Wednesday, April 18, 2007

Supreme Court backs partial-birth abortion ban

I wasn't entirely expecting this.

The Supreme Court upheld the nationwide ban on a controversial abortion procedure Wednesday, handing abortion opponents the long- awaited victory they expected from a more conservative bench.

The 5-4 ruling said the Partial Birth Abortion Ban Act that Congress passed and President Bush signed into law in 2003 does not violate a woman's constitutional right to an abortion.

I gave my thoughts on this case months ago, when the Supremes first accepted it for review, and it hasn't changed any since then. The procedure is exceedingly rare, and there are at least some cases where it is medically justified. So the question for me -- and the Court, apparently -- is whether there are alternatives to partial-birth abortion that are equally effective and safe. If so, then banning a specific, gruesome procedure is no problem. If not, the ban would effectively prevent women in certain situations from obtaining a medically necessary abortion.

The Court decided there were sufficient alternatives. Notably, the government suggested that if the fetus were killed first -- by lethal injection to stop the heart, say -- it could then be legally aborted.

This may be true, but then one may ask what is gained by banning PBAs. It will ban one particularly gruesome procedure, yes. And it marks a legal landmark of sorts -- the first upheld restriction on a particular kind of abortion. As such, one might view it as the first step toward a wider ban.

But in the end, it doesn't appear that this ruling will prevent any abortions at all -- doctors will simply use alternative methods. And the Court explicitly left open the door to lawsuits by women harmed by the ban -- though that after-the-fact form of redress isn't going to help anyone in their seventh month of pregnancy. Someone is going to have to actually suffer some harm before the ban can be challenged.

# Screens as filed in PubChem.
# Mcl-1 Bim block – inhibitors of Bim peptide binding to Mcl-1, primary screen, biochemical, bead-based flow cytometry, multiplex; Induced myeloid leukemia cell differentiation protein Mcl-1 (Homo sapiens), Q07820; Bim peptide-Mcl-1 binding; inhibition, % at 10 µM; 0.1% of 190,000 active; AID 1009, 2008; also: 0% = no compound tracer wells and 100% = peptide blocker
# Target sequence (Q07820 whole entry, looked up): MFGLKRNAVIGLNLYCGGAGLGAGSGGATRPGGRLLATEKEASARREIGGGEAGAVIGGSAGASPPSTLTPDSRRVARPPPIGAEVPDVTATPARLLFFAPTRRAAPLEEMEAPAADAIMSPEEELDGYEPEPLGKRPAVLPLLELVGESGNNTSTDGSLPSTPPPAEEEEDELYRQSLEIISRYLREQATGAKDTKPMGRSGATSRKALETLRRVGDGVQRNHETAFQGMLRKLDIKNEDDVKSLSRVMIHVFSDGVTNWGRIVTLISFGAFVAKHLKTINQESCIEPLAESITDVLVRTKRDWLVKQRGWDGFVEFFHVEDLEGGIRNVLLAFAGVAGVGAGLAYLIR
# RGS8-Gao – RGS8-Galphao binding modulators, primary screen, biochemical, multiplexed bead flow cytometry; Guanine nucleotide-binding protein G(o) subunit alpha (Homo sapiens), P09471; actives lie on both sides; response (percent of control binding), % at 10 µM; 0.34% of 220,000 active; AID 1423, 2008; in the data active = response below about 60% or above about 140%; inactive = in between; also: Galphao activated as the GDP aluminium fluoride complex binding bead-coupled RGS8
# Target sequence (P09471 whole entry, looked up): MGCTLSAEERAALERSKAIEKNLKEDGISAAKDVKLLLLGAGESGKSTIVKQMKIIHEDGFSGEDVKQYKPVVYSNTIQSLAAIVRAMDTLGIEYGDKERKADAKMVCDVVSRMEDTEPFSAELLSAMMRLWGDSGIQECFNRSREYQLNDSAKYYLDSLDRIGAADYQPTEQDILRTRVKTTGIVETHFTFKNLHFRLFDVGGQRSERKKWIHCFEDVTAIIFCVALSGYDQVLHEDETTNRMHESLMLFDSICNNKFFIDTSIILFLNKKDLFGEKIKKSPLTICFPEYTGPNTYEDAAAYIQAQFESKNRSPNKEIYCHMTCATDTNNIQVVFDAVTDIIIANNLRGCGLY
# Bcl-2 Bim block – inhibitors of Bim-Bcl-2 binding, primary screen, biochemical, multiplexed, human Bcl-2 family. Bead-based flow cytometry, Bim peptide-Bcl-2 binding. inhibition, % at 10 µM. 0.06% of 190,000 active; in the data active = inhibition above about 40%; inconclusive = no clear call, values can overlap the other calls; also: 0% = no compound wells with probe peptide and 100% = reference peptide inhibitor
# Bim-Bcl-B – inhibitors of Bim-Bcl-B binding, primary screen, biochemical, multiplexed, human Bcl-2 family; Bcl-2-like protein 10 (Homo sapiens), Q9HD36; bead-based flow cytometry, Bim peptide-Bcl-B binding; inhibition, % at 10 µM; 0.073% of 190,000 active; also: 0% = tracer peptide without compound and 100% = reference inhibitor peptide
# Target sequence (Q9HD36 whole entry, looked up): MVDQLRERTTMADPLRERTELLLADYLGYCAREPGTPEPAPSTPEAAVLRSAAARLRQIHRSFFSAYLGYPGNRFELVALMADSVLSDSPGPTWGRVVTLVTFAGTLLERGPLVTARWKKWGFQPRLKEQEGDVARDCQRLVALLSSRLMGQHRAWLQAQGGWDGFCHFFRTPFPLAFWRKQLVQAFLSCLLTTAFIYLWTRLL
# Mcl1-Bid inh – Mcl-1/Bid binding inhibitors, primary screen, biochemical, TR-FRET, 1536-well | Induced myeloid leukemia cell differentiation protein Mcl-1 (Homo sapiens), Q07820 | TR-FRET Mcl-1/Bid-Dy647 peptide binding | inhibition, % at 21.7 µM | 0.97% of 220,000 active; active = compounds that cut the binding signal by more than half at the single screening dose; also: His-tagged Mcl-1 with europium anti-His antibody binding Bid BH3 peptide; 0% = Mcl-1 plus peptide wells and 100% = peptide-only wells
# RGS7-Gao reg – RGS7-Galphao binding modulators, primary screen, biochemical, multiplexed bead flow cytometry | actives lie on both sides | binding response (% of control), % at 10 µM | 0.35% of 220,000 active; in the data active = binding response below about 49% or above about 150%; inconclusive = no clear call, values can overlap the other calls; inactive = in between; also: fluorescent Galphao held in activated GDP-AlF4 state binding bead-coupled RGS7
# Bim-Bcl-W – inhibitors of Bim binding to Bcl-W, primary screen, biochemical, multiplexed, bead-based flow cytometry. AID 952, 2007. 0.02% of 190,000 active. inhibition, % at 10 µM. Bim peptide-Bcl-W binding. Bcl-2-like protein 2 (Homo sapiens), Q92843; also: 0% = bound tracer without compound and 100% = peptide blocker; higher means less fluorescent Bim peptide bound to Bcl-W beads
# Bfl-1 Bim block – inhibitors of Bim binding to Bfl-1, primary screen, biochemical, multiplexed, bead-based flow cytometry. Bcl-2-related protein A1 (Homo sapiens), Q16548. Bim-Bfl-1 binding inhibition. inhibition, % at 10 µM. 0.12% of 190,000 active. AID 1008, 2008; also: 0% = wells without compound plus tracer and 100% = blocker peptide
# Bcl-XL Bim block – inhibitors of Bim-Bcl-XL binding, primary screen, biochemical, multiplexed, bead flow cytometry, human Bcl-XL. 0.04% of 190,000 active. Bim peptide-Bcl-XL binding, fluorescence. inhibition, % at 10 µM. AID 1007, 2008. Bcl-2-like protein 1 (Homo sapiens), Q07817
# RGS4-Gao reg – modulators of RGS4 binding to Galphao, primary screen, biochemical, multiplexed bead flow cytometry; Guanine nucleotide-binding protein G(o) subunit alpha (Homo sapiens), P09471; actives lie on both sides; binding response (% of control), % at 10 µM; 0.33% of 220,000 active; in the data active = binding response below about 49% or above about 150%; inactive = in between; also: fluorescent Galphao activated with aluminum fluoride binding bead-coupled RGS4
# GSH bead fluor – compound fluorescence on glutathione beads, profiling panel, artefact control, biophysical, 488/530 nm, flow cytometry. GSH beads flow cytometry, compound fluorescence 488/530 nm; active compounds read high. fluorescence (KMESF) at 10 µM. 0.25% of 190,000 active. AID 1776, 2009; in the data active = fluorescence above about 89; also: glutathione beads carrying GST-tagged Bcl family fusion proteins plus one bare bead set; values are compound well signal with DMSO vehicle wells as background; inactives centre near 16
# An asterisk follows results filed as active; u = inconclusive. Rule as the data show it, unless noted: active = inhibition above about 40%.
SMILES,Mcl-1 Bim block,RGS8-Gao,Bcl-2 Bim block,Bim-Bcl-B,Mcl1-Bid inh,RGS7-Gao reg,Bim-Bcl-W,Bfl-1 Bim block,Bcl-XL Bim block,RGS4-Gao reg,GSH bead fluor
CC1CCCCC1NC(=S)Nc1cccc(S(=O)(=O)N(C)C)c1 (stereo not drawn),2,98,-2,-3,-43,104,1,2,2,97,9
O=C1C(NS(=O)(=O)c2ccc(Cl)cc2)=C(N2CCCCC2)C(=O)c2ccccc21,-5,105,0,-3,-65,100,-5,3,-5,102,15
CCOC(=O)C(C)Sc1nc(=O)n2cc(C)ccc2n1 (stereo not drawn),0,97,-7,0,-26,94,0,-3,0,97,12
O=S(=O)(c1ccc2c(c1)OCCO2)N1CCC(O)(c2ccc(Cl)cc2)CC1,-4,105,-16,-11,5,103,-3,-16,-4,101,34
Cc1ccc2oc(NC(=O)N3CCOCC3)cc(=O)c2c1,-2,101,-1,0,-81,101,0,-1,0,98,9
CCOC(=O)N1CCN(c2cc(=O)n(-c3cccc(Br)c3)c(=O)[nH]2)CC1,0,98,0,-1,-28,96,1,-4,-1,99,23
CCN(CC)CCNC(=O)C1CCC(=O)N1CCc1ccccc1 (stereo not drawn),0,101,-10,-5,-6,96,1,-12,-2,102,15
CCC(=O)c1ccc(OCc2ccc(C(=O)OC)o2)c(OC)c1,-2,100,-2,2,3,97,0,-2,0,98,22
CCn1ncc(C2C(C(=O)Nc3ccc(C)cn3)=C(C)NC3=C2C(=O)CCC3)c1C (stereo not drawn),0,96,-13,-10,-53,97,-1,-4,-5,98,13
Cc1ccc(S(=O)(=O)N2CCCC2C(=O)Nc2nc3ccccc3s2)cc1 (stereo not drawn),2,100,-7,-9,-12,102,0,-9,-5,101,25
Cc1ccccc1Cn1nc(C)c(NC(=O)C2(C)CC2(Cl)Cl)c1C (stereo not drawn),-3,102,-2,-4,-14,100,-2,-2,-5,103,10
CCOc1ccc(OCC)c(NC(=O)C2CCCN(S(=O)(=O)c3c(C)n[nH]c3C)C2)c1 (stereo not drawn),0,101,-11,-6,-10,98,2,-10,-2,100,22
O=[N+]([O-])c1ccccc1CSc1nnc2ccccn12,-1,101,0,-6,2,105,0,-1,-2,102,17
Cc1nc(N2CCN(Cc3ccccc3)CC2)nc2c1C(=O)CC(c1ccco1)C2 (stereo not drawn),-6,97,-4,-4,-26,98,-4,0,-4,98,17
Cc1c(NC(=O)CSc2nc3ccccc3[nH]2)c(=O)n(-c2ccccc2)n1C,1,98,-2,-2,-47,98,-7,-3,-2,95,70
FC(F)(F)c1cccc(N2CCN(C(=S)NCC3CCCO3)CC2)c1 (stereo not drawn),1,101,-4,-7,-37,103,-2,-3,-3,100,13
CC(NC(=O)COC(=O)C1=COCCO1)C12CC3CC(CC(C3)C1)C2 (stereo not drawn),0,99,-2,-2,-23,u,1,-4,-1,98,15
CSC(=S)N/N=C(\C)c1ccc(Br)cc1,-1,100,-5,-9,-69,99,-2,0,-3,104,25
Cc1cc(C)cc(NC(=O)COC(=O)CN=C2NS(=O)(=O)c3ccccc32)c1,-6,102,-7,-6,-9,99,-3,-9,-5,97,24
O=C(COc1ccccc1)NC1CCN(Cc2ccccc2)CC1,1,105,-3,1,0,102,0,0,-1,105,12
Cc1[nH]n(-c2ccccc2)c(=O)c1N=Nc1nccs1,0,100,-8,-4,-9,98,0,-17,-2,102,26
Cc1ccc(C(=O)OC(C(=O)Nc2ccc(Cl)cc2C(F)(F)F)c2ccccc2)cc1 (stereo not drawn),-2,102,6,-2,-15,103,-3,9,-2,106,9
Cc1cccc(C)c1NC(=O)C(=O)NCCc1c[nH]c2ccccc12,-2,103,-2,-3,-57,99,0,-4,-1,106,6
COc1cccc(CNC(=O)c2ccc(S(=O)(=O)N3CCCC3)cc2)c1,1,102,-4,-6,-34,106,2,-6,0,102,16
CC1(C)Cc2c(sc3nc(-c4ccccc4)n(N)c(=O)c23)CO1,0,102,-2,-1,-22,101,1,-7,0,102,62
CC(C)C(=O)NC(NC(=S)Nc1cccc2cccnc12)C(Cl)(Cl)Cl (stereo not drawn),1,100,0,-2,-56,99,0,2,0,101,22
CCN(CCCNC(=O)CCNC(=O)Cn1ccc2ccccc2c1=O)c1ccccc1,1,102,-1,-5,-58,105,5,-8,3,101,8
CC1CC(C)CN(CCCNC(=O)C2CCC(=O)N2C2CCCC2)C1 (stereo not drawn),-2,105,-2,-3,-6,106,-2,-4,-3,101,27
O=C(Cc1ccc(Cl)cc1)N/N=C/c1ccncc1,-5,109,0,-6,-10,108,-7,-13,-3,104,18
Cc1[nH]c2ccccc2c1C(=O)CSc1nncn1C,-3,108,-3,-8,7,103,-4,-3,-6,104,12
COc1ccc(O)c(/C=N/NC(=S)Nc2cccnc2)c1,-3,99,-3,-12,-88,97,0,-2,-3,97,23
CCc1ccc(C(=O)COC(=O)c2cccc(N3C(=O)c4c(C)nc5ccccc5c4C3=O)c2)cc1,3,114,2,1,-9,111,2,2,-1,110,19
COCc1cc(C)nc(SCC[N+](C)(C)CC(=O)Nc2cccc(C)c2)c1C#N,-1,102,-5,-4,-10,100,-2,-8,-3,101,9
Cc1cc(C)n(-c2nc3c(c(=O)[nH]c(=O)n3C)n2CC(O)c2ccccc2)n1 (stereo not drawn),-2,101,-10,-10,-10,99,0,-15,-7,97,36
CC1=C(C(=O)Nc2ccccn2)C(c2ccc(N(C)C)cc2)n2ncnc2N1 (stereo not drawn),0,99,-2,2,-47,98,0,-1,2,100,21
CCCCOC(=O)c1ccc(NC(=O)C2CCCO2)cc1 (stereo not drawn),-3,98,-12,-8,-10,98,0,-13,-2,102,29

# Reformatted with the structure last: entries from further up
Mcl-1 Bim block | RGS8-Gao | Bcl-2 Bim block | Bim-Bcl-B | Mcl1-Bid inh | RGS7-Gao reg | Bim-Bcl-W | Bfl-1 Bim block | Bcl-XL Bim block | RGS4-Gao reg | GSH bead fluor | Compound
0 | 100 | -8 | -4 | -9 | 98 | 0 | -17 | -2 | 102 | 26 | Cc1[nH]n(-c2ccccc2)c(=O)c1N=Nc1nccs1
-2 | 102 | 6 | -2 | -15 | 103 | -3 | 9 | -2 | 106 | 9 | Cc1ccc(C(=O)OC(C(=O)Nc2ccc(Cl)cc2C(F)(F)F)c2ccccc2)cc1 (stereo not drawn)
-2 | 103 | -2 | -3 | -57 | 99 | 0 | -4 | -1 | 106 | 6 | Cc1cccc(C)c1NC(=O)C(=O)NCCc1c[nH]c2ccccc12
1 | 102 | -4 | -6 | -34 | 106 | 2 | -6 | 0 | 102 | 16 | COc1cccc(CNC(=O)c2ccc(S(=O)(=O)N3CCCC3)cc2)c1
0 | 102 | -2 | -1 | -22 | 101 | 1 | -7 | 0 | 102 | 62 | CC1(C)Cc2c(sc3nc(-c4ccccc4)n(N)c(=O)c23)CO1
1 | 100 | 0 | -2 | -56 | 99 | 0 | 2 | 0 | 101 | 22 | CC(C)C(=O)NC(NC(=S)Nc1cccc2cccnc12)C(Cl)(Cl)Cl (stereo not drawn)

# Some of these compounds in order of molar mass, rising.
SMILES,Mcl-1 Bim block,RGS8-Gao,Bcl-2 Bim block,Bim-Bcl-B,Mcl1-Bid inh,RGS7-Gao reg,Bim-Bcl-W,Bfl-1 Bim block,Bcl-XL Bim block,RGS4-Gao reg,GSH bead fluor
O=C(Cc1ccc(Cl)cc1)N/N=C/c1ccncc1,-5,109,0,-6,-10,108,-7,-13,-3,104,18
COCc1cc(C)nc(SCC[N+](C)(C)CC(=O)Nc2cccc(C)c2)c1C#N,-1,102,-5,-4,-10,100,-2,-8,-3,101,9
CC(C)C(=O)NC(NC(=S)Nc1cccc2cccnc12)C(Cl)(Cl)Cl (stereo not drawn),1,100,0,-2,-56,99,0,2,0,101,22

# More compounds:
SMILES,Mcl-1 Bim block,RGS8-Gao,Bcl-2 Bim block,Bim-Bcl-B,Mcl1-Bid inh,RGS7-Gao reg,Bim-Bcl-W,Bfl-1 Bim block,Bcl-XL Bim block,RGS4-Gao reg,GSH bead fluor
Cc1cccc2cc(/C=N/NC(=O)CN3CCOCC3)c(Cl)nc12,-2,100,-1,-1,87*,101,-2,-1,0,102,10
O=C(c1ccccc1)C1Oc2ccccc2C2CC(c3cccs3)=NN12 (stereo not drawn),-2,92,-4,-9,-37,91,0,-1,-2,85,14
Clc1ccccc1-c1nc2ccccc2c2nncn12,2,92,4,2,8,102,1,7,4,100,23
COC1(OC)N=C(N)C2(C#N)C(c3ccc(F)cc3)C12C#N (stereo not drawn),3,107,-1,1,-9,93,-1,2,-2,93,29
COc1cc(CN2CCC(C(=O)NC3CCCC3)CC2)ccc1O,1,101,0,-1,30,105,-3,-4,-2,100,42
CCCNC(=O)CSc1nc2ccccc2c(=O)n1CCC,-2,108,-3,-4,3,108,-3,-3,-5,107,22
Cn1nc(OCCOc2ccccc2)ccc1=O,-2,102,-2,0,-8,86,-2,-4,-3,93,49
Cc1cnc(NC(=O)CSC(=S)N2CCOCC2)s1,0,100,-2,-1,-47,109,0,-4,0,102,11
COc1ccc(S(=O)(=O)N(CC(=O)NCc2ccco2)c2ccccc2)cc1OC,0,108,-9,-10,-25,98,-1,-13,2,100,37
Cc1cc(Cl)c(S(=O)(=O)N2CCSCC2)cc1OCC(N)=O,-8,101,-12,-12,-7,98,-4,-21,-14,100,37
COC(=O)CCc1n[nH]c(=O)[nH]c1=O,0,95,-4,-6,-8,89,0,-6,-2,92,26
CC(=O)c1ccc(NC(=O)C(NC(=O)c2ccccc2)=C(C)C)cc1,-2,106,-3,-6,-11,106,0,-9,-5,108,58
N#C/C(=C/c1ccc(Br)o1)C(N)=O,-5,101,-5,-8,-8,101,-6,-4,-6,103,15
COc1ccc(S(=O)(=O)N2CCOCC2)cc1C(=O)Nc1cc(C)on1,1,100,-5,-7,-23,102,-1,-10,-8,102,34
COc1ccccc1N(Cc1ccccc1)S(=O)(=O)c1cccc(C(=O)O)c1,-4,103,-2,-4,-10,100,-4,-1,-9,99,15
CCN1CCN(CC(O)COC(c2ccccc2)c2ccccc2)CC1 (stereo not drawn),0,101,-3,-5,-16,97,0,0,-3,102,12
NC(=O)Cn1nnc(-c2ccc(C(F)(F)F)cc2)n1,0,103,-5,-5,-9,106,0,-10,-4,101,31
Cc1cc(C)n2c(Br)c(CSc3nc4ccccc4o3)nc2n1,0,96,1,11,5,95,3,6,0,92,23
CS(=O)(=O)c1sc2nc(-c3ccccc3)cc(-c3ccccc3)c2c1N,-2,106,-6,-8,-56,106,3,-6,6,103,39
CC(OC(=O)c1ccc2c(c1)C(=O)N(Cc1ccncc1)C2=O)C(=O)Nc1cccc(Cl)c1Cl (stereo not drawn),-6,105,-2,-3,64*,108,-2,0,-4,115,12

What's interesting is how the Court managed to ignore precedent to reach its ruling, specifically the Stenberg v. Carhart ruling in 2000, in which a nearly identical ban was struck down by the Court. While the Court explained that it did not in fact ignore Stenberg -- that it's ruling is merely a narrow procedural one -- it's still hard to see how there are any substantive differences between the law then and the law now. The only real difference, it would seem, is the makeup of the court: specifically, the departure of Sandra Day O'Connor and the arrival of Samuel Alito.

That's how it has always been, of course: what is constitutional depends heavily on the biographies of the Justices. And it's not even necessarily a bad thing, for that is one way that law evolves. Still, this is a stark reminder of the essentially political nature of the Court.

Ruth Bader Ginsburg wrote a stinging dissent, read aloud from the bench. Read it and the other opinions here (pdf).

And for a truly excellent, in-depth discussion of the case by a bunch of lawyers, head on over to Stubborn Facts. They do a much better job of it then I could ever hope to.

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4 Comments:

Anonymous Psycheout said...

This is a great day for the pro-life movement. We have Senator Sam Brownback to thank for rejecting the Miers nomination and getting Justice Alito on the court.

4/18/2007 11:22 PM  
Blogger Sean Aqui said...

You didn't read this post, did you?

4/18/2007 11:28 PM  
Blogger PatHMV said...

Sean, thanks for the compliment. It's definitely a case which will be closely scrutinized over the coming years.

Personally, as one who thinks that the law should be based on, well, the law, rather than the justices personal feelings (however disguised) about the case, I'm hopeful that this case will get more people on the political left to see the dangers of leaving the constitution to be dictated by the personal musings of Anthony Kennedy. While I support the result, mostly for the same reason that Scalia and Thomas did, the legal reasoning of the opinion is painful, frankly. It's obvious from the phrasing that Kennedy finds PBA gruesome, and I suspect that ultimately that's what led him to join the majority. That shouldn't be the basis for the law.

I've often said that while my first preference would be a Scalia or Thomas on the bench, I'd still rather have a Thurgood Marshall or a Blackmun rather than an O'Connor or Kennedy. At least that way there would be some kind of consistent philosophy underpinning the decisions, even if it's a philosophy I disagree with.

4/19/2007 8:31 AM  
Anonymous Anonymous said...

After just reading the description of the gruesome procedure, I don't see how anybody----ANYBODY----could possibly defend it. My God---it is absolutely NO DIFFERENT than a person sticking scissors in the back of the head of their 2-month old baby, and they would go to prison for that. NO DIFFERENT whatsoever.

JP5

4/19/2007 10:37 AM  

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